Hundreds of Russian and Belarusian rail cars stranded near the European Union’s border with Ukraine in countries such as Hungary, Slovakia, and Poland. These wagons, which used to carry all kinds of goods from Russia and Belarus to the EU, were stranded on NATO soil after Russia’s attack on Ukraine on February 24, 2022.
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If the war were to stop today, it would take Russia between three to five years to restore its military might and capabilities to the level they would need to strike the next neighboring country, says colonel Margo Grosberg, outgoing chief of Estonia’s military intelligence in a rare interview, published in English on VSquare.
Russia’s weaponization of its energy supplies in the lead-up to its invasion of Ukraine have resulted in inflated gas prices, increased heating costs, and a general cost of living spike for many Europeans. These effects have been felt tremendously across the border from Ukraine, in Eastern Slovakia – especially hard by the region’s Roma population.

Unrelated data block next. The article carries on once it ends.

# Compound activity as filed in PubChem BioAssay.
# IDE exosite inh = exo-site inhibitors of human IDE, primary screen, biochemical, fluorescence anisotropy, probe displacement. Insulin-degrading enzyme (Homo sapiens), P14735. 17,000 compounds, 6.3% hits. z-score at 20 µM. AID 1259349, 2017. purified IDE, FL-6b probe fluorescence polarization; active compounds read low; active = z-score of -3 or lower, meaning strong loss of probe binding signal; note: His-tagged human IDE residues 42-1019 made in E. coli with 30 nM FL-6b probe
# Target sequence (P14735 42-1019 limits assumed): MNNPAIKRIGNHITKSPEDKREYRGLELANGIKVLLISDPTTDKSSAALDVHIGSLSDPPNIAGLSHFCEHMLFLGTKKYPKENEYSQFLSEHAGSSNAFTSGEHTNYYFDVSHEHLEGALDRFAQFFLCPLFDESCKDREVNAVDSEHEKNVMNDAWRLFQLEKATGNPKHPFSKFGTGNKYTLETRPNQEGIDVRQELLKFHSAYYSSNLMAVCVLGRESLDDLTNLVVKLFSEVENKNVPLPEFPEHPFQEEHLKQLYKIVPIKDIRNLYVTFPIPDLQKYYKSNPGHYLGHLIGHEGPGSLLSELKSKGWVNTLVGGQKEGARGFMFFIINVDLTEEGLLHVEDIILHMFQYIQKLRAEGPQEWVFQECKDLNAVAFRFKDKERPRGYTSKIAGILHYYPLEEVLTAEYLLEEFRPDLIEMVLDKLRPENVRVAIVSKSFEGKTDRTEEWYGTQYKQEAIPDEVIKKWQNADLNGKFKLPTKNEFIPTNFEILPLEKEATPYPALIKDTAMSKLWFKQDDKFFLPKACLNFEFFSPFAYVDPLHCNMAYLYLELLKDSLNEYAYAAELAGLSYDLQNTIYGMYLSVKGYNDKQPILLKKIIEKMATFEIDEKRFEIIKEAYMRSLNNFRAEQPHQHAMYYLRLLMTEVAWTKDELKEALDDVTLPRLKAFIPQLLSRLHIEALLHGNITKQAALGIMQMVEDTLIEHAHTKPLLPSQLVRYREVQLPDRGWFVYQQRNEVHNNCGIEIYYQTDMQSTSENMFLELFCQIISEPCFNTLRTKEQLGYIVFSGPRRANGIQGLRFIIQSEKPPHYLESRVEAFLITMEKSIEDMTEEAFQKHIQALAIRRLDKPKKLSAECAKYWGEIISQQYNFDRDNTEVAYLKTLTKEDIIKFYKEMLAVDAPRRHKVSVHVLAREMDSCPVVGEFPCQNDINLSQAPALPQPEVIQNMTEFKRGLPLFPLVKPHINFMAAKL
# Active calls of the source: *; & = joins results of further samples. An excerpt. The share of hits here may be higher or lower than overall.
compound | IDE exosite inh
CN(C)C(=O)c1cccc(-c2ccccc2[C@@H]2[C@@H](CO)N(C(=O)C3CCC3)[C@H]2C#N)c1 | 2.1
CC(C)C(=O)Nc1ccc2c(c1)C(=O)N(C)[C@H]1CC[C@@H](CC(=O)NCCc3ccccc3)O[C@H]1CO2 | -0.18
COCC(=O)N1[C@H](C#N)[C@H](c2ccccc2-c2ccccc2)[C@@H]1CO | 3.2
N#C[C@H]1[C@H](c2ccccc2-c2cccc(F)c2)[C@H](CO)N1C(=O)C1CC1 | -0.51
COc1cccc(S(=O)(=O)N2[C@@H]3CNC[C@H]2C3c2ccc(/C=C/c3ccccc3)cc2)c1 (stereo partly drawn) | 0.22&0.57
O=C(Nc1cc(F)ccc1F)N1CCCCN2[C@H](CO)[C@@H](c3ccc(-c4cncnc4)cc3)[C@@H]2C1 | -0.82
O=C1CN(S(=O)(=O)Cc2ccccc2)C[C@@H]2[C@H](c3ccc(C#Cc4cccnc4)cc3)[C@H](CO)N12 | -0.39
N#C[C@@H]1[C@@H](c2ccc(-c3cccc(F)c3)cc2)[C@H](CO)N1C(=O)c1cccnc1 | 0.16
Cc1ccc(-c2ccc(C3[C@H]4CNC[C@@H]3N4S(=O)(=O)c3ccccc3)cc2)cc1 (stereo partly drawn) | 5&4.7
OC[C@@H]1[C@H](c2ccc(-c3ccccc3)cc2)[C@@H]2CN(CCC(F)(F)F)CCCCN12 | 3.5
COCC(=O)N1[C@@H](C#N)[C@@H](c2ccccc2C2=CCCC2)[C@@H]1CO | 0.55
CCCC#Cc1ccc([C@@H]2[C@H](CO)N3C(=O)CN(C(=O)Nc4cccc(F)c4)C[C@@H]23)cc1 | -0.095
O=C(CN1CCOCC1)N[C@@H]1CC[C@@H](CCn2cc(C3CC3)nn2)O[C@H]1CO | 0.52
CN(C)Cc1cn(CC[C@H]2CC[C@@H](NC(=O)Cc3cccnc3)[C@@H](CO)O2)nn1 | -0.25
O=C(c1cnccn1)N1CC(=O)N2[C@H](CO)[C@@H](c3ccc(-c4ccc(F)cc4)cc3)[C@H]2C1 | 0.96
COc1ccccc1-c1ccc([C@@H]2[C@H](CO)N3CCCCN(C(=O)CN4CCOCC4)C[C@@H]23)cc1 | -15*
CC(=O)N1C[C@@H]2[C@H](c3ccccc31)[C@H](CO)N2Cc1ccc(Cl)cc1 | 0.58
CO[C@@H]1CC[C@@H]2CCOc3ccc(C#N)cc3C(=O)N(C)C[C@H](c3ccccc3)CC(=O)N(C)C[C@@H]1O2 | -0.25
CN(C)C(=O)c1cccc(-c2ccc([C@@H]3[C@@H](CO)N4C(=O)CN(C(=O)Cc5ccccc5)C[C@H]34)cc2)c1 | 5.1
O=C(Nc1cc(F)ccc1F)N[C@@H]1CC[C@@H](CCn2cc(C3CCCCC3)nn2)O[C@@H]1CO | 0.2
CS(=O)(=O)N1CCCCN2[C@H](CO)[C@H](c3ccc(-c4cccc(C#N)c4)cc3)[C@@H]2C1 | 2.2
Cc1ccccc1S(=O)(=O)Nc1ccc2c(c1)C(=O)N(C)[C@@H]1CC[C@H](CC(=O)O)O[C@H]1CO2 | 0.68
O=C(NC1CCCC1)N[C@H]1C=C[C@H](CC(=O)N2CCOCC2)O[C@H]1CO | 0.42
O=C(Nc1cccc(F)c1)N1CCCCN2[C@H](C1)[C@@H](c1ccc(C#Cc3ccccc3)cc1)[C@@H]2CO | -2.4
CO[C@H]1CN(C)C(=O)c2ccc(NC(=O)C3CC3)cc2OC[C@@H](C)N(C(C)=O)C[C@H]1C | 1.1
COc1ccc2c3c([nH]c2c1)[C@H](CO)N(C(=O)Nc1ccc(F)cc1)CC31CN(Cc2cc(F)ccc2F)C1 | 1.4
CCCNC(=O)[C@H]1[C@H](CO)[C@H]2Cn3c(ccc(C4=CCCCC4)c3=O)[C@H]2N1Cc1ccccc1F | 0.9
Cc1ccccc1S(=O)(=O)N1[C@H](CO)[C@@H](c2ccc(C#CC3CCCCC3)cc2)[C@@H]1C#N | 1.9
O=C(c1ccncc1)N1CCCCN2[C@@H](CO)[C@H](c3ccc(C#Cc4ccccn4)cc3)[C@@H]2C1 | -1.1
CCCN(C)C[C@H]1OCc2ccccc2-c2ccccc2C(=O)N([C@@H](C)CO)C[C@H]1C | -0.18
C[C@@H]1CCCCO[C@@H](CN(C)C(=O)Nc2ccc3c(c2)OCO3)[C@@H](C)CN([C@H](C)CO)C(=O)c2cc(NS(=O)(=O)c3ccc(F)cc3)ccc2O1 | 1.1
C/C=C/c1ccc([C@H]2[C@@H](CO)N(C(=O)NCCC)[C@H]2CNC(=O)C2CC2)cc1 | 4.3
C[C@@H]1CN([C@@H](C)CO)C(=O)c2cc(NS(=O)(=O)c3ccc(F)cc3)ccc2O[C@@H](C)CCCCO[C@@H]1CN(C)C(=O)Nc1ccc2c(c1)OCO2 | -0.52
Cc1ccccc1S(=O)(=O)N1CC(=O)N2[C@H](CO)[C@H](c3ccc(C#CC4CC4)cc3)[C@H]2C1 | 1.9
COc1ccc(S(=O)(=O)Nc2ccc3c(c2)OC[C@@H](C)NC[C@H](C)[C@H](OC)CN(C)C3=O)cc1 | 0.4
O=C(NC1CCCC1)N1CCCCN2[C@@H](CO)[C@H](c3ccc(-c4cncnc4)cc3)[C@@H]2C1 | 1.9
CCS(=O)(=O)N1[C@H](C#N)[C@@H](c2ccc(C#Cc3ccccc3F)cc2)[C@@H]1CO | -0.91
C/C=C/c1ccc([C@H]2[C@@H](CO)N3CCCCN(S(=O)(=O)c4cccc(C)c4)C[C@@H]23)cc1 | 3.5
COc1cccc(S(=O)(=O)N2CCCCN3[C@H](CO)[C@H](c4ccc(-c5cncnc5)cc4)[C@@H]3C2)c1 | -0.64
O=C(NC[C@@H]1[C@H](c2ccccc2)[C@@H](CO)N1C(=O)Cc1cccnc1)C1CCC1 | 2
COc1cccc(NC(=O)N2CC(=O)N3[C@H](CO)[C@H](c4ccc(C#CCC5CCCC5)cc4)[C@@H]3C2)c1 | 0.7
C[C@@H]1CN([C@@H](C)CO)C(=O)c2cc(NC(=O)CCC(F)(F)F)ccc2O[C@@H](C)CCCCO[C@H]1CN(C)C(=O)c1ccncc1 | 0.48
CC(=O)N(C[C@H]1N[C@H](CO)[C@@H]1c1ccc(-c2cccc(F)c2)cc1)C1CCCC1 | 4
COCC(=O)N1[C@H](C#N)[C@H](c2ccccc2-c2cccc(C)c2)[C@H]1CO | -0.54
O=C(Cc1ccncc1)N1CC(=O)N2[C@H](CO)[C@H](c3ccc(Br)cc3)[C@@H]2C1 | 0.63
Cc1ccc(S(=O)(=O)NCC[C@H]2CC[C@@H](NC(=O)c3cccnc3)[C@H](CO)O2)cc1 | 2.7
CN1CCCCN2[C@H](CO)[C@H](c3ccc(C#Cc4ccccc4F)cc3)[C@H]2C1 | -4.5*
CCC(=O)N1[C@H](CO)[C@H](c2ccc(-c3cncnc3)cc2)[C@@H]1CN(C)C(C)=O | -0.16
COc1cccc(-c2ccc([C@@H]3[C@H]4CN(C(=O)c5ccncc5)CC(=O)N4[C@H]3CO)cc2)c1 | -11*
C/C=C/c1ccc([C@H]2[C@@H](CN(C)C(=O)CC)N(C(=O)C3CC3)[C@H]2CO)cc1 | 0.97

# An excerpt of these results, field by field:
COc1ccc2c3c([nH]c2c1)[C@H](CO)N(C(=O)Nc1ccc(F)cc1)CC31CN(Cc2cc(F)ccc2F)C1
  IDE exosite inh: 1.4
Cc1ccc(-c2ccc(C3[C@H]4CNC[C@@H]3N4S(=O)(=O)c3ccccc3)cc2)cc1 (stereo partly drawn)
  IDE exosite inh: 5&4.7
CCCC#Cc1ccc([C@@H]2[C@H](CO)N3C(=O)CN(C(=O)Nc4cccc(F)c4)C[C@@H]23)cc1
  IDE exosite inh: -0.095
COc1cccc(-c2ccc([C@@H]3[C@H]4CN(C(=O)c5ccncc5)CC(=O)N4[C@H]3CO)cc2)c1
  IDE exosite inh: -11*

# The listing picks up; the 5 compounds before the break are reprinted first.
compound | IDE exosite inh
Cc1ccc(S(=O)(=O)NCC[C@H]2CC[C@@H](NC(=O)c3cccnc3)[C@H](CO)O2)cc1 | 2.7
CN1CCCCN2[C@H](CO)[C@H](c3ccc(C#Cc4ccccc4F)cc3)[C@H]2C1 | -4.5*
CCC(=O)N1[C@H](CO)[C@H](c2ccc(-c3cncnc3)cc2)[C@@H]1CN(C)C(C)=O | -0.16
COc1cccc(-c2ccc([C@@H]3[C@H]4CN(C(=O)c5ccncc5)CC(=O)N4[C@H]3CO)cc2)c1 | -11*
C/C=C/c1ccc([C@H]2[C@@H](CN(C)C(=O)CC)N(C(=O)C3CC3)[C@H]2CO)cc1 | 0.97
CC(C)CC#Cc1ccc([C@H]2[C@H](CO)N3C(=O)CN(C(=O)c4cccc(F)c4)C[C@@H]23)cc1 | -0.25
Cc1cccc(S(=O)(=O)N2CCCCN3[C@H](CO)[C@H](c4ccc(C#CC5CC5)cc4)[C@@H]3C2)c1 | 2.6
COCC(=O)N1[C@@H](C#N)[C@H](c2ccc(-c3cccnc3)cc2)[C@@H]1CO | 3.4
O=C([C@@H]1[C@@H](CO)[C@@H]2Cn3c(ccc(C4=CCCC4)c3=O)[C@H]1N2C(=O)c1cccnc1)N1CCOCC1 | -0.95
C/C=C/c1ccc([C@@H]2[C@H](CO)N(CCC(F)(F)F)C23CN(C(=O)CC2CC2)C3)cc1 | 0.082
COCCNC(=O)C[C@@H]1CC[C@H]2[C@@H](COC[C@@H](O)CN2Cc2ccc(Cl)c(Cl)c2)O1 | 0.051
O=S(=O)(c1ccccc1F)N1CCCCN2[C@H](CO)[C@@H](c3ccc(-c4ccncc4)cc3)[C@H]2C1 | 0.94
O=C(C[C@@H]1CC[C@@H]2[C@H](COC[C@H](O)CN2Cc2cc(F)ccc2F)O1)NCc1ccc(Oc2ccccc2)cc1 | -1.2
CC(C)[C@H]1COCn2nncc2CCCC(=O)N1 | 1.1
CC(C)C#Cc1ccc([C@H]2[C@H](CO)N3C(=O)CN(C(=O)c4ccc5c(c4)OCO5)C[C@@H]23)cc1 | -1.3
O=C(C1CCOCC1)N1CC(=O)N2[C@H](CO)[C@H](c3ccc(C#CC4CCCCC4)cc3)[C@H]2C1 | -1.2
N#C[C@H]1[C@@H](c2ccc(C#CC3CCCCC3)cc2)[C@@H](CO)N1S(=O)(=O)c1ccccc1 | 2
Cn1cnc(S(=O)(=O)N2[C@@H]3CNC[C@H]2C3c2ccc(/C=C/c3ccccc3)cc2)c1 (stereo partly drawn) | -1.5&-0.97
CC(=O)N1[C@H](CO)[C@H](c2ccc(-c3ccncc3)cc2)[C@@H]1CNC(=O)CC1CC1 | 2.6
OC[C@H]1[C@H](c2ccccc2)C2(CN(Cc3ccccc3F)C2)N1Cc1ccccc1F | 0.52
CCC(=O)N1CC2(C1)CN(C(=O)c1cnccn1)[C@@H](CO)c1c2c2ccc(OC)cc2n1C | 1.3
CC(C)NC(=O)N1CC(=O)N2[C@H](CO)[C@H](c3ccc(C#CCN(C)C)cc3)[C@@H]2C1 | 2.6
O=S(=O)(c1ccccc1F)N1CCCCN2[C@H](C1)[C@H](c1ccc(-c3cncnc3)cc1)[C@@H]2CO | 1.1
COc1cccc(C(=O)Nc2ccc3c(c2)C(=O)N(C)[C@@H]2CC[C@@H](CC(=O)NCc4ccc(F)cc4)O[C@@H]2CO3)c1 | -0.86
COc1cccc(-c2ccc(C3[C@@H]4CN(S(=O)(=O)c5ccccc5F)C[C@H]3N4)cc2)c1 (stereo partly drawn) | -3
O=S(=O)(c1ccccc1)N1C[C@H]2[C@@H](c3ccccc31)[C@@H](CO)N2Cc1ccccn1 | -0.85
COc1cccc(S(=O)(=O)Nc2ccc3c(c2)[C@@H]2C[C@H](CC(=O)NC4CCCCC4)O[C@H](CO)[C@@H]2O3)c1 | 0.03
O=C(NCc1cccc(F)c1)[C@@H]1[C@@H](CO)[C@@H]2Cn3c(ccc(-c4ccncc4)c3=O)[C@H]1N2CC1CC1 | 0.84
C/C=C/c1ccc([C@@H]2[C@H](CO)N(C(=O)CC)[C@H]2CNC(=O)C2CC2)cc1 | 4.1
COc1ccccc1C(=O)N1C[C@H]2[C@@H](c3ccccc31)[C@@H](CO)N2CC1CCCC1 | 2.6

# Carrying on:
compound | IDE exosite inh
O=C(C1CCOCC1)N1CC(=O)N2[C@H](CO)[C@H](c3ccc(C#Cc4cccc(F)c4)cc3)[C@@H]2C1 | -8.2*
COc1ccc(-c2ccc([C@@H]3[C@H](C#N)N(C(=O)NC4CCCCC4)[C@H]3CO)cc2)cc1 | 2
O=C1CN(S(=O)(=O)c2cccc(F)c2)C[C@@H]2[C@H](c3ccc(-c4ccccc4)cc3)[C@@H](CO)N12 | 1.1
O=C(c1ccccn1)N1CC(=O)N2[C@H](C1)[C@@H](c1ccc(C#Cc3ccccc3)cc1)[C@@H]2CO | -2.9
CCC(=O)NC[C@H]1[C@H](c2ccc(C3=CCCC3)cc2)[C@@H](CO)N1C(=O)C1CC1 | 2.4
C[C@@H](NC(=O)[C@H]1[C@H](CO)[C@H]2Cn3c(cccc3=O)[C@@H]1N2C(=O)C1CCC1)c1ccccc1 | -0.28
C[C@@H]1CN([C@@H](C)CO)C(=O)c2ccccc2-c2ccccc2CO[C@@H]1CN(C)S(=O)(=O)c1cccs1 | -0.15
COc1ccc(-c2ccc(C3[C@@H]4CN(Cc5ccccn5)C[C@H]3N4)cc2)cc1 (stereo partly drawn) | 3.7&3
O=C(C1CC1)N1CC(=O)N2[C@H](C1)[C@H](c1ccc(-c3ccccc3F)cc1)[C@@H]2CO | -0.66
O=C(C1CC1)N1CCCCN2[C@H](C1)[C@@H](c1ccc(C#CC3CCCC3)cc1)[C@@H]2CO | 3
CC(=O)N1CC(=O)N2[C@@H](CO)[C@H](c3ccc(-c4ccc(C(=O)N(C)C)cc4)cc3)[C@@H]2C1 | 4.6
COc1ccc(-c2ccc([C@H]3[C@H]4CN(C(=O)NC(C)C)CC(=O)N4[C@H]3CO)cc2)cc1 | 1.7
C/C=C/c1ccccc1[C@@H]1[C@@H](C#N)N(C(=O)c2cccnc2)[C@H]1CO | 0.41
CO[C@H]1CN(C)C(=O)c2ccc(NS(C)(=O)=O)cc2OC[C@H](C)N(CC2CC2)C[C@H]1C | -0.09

The EU has imposed sanctions on Russian propaganda outlets, such as Russia Today and Sputnik News. But the Kremlin-directed official channels are just the tip of the iceberg.
There is a large ecosystem of pro-Kremlin and alt-right disinformation websites operating in Central and Eastern Europe.
In the next years to come, Europe will be tormented by overlapping conflicts of varying nature, that will put additional pressure on the democratic setup of the Union and its immediate neighbourhood – writes Wojciech Przybylski, Editor-in-Chief of Visegrad Insight, in the Executive Summary of new report: War and the Future of Europe.
The Slovak-language version of NewsFront is currently disseminating pro-Russian claims about the invasion of Ukraine. Who is the creative force behind the Slovak NewsFront site? The findings of the Investigative Centre of Ján Kuciak (ICJK) suggest it could be lawyer and member of the Slovak Union of Antifascist Fighters, Vladimír Zemko.
Russian propaganda tries to frighten Poles with “Ukrainization” of their country. That catchphrase is being used and promoted by MP Grzegorz Braun and far-right influencers. Similar narrative emerged simultaneously in other Eastern European countries.